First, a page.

Push for Florida lawmakers to study inequalities
More than 70 percent of students arrested are black, Hispanic
The 31-day sleep-in at the Florida Capitol prompted changes in access rules at the building, and now the Florida Council on the Social Status of Black Men and Boys wants lawmakers to help in the research of inequalities.
Numbers don’t lie. If you’re a black male, you’re more likely to be locked up than any other ethnic group.
“Our mission is to study those conditions and come up with remedies for them,” said Eddie Regnier, who's on the Florida Council on the Social Status of Black Men and Boys.
Thursday morning, the council worked to address racial disparities in Florida. The council wants lawmakers to fund research on inequalities.
“We have a statute that doesn’t allow us to really spend the money to do the research in the way we need to do it,” Regnier said.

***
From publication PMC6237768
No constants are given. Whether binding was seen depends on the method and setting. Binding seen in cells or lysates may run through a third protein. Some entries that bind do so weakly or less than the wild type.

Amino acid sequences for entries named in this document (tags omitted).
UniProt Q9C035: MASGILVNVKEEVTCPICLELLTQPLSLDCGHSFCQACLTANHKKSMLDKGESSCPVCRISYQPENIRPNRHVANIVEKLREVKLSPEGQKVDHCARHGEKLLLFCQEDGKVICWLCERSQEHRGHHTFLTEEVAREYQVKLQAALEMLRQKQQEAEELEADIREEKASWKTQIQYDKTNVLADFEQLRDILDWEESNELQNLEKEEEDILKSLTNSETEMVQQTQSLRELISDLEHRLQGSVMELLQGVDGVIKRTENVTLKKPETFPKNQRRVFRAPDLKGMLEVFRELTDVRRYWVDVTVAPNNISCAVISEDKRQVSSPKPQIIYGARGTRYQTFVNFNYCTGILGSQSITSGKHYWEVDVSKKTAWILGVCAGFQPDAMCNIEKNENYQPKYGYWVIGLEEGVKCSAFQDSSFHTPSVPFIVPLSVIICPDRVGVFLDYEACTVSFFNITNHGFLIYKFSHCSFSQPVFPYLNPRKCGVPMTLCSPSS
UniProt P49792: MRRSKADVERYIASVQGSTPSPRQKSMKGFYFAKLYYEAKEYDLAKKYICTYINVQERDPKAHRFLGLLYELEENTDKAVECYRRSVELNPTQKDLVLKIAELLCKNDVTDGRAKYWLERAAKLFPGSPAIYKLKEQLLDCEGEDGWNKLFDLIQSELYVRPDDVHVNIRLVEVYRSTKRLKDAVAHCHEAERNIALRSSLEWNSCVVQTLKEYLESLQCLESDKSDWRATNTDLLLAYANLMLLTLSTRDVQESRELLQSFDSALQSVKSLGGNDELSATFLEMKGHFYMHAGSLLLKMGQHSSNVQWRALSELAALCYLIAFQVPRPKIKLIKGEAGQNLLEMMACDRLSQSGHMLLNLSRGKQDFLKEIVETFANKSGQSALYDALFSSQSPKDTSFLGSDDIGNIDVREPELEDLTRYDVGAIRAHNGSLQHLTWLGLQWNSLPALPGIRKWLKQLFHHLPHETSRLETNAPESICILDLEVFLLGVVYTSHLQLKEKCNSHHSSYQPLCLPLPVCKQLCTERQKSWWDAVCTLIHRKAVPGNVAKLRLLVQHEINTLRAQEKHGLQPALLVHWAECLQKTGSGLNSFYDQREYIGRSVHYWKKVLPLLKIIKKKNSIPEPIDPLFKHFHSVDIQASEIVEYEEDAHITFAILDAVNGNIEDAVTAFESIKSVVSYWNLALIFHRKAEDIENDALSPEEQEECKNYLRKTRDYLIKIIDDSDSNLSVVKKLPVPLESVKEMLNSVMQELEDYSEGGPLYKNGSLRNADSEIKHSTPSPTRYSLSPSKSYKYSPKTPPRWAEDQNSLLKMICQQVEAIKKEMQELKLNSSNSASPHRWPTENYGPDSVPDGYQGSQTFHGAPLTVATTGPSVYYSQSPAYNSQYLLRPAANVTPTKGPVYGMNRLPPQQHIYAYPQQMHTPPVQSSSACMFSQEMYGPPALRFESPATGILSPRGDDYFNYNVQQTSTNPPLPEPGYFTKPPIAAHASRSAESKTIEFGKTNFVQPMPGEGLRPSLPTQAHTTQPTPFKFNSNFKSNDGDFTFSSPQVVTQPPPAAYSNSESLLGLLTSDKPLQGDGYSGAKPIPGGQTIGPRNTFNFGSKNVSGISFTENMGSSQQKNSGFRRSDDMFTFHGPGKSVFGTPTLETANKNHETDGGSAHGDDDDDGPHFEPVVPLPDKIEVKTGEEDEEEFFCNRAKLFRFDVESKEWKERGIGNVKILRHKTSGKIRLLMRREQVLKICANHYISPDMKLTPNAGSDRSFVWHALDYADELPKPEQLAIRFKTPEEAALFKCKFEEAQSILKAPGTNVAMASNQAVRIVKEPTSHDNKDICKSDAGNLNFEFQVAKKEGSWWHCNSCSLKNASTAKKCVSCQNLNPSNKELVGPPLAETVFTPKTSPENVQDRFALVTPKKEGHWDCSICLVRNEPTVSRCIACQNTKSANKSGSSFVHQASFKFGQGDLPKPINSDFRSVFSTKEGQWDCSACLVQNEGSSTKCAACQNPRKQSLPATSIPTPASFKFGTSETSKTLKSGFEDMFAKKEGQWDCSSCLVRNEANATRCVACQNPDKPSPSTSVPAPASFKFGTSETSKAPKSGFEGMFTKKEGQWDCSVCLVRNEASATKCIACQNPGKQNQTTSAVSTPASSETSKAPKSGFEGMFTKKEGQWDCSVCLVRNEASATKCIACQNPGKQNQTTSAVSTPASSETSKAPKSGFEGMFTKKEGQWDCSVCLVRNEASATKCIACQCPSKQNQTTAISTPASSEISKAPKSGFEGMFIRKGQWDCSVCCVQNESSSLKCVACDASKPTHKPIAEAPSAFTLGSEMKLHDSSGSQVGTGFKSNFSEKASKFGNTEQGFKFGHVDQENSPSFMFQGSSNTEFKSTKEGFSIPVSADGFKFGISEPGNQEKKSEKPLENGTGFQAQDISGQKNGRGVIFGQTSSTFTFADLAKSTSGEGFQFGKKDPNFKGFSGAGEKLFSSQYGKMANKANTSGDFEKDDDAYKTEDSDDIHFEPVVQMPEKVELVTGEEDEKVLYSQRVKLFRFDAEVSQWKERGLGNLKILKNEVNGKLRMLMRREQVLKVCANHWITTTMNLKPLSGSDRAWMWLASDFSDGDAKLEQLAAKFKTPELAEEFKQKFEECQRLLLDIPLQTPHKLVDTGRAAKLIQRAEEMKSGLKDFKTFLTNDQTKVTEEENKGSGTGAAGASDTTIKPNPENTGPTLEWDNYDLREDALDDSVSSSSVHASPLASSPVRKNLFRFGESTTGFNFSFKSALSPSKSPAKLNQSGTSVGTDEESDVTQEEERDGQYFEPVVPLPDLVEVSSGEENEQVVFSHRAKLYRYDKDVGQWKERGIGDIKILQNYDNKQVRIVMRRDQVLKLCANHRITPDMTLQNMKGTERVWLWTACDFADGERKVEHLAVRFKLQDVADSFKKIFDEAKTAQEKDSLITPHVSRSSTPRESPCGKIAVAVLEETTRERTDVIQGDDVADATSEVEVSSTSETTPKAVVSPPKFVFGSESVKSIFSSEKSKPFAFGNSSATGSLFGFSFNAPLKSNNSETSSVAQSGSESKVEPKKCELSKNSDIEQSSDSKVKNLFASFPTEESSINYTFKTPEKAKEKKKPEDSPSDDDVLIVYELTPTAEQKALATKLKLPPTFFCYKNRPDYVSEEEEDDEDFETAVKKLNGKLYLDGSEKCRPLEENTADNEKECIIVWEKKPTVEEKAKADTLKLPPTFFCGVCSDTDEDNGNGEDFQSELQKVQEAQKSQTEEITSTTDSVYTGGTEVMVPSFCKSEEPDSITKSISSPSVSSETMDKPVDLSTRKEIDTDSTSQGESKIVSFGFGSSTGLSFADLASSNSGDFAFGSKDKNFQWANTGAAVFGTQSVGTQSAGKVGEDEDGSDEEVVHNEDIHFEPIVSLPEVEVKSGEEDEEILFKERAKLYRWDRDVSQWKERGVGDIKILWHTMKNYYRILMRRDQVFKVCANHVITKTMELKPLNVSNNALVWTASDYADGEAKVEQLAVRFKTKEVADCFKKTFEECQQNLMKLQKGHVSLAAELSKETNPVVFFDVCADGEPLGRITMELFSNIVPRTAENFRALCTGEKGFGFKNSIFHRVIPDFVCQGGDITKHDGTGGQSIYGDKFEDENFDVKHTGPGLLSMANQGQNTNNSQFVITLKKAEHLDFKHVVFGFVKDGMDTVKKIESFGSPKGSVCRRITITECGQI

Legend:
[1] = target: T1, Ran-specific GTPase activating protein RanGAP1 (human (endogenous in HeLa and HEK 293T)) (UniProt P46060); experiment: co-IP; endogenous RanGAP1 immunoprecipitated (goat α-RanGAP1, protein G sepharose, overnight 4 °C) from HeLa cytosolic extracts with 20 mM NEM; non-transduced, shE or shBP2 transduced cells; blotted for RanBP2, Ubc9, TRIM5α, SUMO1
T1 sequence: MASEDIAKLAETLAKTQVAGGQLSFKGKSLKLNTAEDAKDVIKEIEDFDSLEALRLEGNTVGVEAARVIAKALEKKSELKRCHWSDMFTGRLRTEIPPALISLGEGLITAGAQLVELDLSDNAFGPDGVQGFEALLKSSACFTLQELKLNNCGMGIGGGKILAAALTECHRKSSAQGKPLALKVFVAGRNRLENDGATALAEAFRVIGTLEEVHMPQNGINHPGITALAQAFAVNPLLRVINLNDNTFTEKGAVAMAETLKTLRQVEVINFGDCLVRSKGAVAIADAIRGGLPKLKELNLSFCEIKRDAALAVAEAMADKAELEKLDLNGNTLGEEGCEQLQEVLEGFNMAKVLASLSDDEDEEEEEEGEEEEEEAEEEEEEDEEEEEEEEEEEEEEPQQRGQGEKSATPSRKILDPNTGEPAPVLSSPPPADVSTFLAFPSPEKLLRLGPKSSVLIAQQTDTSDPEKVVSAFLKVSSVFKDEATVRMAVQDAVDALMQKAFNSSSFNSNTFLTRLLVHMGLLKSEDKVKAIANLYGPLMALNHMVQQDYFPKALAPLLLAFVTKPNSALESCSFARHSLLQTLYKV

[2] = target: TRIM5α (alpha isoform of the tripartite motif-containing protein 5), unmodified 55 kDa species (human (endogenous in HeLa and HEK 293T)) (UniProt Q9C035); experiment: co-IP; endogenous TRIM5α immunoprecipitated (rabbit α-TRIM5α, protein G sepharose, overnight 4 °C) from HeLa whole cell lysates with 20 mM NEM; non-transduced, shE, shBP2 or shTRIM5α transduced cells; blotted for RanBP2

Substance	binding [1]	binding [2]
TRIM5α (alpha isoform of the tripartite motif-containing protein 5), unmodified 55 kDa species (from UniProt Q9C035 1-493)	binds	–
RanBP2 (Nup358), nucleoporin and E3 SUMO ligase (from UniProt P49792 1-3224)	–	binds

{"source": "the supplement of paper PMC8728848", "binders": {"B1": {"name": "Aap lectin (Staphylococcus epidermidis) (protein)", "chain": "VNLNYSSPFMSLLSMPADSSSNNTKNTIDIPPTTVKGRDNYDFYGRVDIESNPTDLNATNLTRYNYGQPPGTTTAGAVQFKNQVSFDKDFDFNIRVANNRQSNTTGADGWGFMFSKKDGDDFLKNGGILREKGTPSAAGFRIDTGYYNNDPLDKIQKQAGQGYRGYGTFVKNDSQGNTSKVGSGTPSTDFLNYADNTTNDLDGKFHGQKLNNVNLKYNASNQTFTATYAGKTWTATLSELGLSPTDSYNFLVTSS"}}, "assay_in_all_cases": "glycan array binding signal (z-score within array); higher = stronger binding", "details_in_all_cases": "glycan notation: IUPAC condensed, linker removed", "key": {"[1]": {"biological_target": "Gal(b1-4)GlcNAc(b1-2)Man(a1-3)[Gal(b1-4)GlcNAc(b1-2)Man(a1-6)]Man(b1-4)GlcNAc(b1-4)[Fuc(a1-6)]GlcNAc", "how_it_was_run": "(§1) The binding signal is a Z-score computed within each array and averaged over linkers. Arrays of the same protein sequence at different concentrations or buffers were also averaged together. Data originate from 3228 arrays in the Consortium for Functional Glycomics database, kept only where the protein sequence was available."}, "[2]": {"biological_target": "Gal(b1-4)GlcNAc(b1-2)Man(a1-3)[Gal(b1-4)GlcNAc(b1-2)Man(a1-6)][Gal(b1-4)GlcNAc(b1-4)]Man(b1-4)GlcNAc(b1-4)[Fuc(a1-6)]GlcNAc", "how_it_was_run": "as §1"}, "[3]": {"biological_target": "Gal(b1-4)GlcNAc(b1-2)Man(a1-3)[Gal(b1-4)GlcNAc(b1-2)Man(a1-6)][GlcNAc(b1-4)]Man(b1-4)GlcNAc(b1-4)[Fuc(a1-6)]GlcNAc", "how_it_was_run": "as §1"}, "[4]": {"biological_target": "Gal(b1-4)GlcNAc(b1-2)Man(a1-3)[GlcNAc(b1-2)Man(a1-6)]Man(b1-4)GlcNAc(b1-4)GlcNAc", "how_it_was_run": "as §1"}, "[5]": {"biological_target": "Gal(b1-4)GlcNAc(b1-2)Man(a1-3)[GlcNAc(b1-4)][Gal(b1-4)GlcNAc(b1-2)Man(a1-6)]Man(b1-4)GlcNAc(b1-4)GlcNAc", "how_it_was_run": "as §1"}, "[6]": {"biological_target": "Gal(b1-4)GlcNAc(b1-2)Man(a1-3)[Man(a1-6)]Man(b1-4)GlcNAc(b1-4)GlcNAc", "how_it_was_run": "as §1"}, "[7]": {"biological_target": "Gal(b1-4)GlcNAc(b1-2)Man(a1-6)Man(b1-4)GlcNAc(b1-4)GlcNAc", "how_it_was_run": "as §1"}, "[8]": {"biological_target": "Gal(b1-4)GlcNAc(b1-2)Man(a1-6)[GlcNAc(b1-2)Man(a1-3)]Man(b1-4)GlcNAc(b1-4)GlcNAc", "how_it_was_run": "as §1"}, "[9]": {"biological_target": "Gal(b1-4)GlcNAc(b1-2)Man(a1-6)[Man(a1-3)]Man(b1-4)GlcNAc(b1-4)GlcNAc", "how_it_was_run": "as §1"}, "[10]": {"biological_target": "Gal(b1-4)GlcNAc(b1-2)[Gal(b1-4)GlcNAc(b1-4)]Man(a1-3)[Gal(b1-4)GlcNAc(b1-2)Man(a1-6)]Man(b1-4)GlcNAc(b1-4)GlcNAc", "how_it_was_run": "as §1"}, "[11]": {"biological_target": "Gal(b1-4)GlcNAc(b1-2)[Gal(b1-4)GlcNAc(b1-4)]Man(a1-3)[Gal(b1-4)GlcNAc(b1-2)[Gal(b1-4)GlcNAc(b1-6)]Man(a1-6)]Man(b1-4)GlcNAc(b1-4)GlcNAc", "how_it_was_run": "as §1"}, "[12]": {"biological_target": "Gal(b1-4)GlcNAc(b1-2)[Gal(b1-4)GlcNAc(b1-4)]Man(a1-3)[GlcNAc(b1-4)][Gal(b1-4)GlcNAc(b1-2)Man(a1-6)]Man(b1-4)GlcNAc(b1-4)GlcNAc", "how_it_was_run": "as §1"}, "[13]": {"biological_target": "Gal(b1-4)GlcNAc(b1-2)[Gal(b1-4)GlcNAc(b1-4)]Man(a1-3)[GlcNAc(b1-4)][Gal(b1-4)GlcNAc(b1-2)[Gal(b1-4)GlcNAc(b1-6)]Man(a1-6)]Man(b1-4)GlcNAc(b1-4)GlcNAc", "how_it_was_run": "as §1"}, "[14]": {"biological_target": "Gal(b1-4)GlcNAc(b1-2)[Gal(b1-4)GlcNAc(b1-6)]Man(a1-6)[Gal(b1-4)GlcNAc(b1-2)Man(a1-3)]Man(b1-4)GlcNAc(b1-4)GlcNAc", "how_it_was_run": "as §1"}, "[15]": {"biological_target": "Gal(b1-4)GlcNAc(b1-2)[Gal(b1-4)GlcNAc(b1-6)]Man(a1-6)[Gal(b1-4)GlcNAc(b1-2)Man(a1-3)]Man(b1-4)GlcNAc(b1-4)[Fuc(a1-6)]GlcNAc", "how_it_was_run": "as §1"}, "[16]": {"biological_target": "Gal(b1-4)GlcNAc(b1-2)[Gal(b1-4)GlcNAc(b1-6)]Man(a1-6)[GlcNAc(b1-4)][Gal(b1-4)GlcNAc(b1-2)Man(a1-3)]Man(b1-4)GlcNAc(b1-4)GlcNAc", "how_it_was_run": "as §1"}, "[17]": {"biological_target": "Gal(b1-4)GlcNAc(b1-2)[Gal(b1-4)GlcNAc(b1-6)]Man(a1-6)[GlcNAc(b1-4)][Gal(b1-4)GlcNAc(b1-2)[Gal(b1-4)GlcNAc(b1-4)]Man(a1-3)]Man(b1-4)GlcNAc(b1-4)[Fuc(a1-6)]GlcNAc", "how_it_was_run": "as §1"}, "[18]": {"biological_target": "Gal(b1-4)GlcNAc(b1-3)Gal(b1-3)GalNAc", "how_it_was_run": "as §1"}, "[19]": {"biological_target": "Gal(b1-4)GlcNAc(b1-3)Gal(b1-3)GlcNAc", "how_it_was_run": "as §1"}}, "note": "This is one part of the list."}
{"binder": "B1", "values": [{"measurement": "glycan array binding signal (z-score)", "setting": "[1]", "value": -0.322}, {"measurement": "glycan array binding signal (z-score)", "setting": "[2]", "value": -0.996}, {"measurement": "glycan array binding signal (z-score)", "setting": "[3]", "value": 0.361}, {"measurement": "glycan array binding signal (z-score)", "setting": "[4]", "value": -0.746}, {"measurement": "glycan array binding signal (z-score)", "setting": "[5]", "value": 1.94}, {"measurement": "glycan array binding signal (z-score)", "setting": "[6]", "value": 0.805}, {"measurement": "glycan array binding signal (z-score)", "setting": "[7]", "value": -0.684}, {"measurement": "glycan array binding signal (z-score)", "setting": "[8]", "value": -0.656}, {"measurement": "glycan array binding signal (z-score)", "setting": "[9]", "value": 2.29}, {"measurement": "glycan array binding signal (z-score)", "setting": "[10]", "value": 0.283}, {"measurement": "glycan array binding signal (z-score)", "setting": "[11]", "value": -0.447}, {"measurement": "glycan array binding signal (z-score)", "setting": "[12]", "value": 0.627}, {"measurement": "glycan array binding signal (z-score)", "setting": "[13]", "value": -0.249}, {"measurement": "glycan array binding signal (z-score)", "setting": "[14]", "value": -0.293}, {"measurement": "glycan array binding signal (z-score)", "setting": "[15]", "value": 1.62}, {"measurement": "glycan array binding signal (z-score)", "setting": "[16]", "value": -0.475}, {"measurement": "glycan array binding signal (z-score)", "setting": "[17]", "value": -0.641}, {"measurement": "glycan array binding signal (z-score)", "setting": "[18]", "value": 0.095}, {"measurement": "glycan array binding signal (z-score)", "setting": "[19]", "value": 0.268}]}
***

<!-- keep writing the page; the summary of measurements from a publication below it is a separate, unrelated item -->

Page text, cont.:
The study has support from both Republicans and Democrats.
“I think that it’s in some great hands, getting bi-partisan participation from both houses,” said Sen. Oscar Braynon II.
Earlier this summer, the Dream Defenders brought racial inequality to the forefront across Florida. They sat in the state Capitol for 31 days to address what they are calling important issues like the school-to-prison-pipeline.
According to the U.S. Department of Education’s Civil Right’s Office more than 70 percent of students arrested or referred to law enforcement are black or Hispanic.
“If we move forward in Florida, you’ll see we may become a model to help solve some of those in the country," Braynon said. "It’s not just Florida where black men and boys have issues. It’s all over the country.”
Lawmakers say if the research is properly done it may help find solutions for multiple problems, which could result in a better future for Florida’s youth, no matter their race.
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